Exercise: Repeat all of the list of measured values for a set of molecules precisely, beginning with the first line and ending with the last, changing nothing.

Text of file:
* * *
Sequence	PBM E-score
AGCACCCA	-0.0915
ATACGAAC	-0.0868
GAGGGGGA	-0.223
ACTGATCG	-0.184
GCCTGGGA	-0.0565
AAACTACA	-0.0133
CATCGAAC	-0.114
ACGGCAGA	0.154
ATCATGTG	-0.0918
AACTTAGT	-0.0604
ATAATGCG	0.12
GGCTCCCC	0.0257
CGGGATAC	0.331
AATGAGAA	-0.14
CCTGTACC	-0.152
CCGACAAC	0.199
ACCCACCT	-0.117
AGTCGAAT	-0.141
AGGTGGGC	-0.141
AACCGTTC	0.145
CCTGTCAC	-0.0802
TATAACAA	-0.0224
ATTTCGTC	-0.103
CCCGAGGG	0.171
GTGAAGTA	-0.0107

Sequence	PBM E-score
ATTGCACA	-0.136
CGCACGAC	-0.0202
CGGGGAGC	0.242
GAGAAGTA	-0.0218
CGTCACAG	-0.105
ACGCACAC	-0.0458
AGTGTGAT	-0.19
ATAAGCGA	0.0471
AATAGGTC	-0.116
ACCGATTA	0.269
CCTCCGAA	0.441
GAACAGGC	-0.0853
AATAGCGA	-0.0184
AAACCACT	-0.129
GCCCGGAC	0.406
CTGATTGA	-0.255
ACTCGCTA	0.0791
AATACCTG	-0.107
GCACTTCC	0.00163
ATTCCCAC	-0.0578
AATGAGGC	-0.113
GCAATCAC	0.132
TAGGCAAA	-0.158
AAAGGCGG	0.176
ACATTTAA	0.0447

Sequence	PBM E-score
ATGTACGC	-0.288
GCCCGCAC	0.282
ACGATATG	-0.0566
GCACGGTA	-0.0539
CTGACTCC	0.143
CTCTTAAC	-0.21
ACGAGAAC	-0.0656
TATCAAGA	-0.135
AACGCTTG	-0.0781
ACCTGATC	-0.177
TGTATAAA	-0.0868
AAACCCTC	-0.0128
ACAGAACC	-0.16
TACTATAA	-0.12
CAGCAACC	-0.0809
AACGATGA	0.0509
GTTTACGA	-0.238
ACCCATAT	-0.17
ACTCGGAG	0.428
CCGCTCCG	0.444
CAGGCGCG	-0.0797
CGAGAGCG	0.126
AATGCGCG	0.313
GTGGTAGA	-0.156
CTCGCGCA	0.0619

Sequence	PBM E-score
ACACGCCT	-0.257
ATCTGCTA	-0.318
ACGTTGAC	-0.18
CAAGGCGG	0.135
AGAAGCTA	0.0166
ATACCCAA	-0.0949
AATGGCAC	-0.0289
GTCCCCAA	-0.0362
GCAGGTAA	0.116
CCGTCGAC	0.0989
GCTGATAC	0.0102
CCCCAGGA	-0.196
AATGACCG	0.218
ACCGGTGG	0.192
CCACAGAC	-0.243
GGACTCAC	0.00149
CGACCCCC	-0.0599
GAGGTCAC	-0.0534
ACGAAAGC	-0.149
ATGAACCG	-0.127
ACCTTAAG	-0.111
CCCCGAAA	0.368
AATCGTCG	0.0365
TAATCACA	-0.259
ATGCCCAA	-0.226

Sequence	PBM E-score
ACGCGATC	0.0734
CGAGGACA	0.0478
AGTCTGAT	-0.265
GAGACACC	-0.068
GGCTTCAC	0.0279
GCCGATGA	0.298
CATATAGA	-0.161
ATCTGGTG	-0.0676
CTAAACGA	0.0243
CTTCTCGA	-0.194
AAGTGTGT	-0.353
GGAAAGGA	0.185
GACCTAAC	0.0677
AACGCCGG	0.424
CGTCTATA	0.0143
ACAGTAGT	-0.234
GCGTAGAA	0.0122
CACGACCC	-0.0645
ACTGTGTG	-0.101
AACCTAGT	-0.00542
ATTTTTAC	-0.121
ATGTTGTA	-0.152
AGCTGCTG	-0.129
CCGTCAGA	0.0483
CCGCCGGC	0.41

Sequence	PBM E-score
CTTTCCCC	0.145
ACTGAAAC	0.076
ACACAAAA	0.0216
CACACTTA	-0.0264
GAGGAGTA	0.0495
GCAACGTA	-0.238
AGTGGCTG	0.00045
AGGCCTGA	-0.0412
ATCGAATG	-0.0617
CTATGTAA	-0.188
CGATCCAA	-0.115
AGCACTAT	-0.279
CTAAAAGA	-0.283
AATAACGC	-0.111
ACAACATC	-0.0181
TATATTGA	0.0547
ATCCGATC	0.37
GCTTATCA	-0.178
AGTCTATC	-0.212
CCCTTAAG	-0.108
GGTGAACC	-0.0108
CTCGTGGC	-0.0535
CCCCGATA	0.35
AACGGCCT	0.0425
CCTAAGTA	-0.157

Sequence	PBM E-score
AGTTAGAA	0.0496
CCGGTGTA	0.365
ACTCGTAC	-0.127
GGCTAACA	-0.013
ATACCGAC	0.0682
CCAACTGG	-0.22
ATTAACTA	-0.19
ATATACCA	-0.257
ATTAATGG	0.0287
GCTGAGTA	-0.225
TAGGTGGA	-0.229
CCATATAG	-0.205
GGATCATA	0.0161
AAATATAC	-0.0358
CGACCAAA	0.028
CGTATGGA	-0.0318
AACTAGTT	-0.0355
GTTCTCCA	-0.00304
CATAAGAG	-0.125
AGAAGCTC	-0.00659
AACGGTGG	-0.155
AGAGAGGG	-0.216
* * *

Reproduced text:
Sequence	PBM E-score
AGCACCCA	-0.0915
ATACGAAC	-0.0868
GAGGGGGA	-0.223
ACTGATCG	-0.184
GCCTGGGA	-0.0565
AAACTACA	-0.0133
CATCGAAC	-0.114
ACGGCAGA	0.154
ATCATGTG	-0.0918
AACTTAGT	-0.0604
ATAATGCG	0.12
GGCTCCCC	0.0257
CGGGATAC	0.331
AATGAGAA	-0.14
CCTGTACC	-0.152
CCGACAAC	0.199
ACCCACCT	-0.117
AGTCGAAT	-0.141
AGGTGGGC	-0.141
AACCGTTC	0.145
CCTGTCAC	-0.0802
TATAACAA	-0.0224
ATTTCGTC	-0.103
CCCGAGGG	0.171
GTGAAGTA	-0.0107

Sequence	PBM E-score
ATTGCACA	-0.136
CGCACGAC	-0.0202
CGGGGAGC	0.242
GAGAAGTA	-0.0218
CGTCACAG	-0.105
ACGCACAC	-0.0458
AGTGTGAT	-0.19
ATAAGCGA	0.0471
AATAGGTC	-0.116
ACCGATTA	0.269
CCTCCGAA	0.441
GAACAGGC	-0.0853
AATAGCGA	-0.0184
AAACCACT	-0.129
GCCCGGAC	0.406
CTGATTGA	-0.255
ACTCGCTA	0.0791
AATACCTG	-0.107
GCACTTCC	0.00163
ATTCCCAC	-0.0578
AATGAGGC	-0.113
GCAATCAC	0.132
TAGGCAAA	-0.158
AAAGGCGG	0.176
ACATTTAA	0.0447

Sequence	PBM E-score
ATGTACGC	-0.288
GCCCGCAC	0.282
ACGATATG	-0.0566
GCACGGTA	-0.0539
CTGACTCC	0.143
CTCTTAAC	-0.21
ACGAGAAC	-0.0656
TATCAAGA	-0.135
AACGCTTG	-0.0781
ACCTGATC	-0.177
TGTATAAA	-0.0868
AAACCCTC	-0.0128
ACAGAACC	-0.16
TACTATAA	-0.12
CAGCAACC	-0.0809
AACGATGA	0.0509
GTTTACGA	-0.238
ACCCATAT	-0.17
ACTCGGAG	0.428
CCGCTCCG	0.444
CAGGCGCG	-0.0797
CGAGAGCG	0.126
AATGCGCG	0.313
GTGGTAGA	-0.156
CTCGCGCA	0.0619

Sequence	PBM E-score
ACACGCCT	-0.257
ATCTGCTA	-0.318
ACGTTGAC	-0.18
CAAGGCGG	0.135
AGAAGCTA	0.0166
ATACCCAA	-0.0949
AATGGCAC	-0.0289
GTCCCCAA	-0.0362
GCAGGTAA	0.116
CCGTCGAC	0.0989
GCTGATAC	0.0102
CCCCAGGA	-0.196
AATGACCG	0.218
ACCGGTGG	0.192
CCACAGAC	-0.243
GGACTCAC	0.00149
CGACCCCC	-0.0599
GAGGTCAC	-0.0534
ACGAAAGC	-0.149
ATGAACCG	-0.127
ACCTTAAG	-0.111
CCCCGAAA	0.368
AATCGTCG	0.0365
TAATCACA	-0.259
ATGCCCAA	-0.226

Sequence	PBM E-score
ACGCGATC	0.0734
CGAGGACA	0.0478
AGTCTGAT	-0.265
GAGACACC	-0.068
GGCTTCAC	0.0279
GCCGATGA	0.298
CATATAGA	-0.161
ATCTGGTG	-0.0676
CTAAACGA	0.0243
CTTCTCGA	-0.194
AAGTGTGT	-0.353
GGAAAGGA	0.185
GACCTAAC	0.0677
AACGCCGG	0.424
CGTCTATA	0.0143
ACAGTAGT	-0.234
GCGTAGAA	0.0122
CACGACCC	-0.0645
ACTGTGTG	-0.101
AACCTAGT	-0.00542
ATTTTTAC	-0.121
ATGTTGTA	-0.152
AGCTGCTG	-0.129
CCGTCAGA	0.0483
CCGCCGGC	0.41

Sequence	PBM E-score
CTTTCCCC	0.145
ACTGAAAC	0.076
ACACAAAA	0.0216
CACACTTA	-0.0264
GAGGAGTA	0.0495
GCAACGTA	-0.238
AGTGGCTG	0.00045
AGGCCTGA	-0.0412
ATCGAATG	-0.0617
CTATGTAA	-0.188
CGATCCAA	-0.115
AGCACTAT	-0.279
CTAAAAGA	-0.283
AATAACGC	-0.111
ACAACATC	-0.0181
TATATTGA	0.0547
ATCCGATC	0.37
GCTTATCA	-0.178
AGTCTATC	-0.212
CCCTTAAG	-0.108
GGTGAACC	-0.0108
CTCGTGGC	-0.0535
CCCCGATA	0.35
AACGGCCT	0.0425
CCTAAGTA	-0.157

Sequence	PBM E-score
AGTTAGAA	0.0496
CCGGTGTA	0.365
ACTCGTAC	-0.127
GGCTAACA	-0.013
ATACCGAC	0.0682
CCAACTGG	-0.22
ATTAACTA	-0.19
ATATACCA	-0.257
ATTAATGG	0.0287
GCTGAGTA	-0.225
TAGGTGGA	-0.229
CCATATAG	-0.205
GGATCATA	0.0161
AAATATAC	-0.0358
CGACCAAA	0.028
CGTATGGA	-0.0318
AACTAGTT	-0.0355
GTTCTCCA	-0.00304
CATAAGAG	-0.125
AGAAGCTC	-0.00659
AACGGTGG	-0.155
AGAGAGGG	-0.216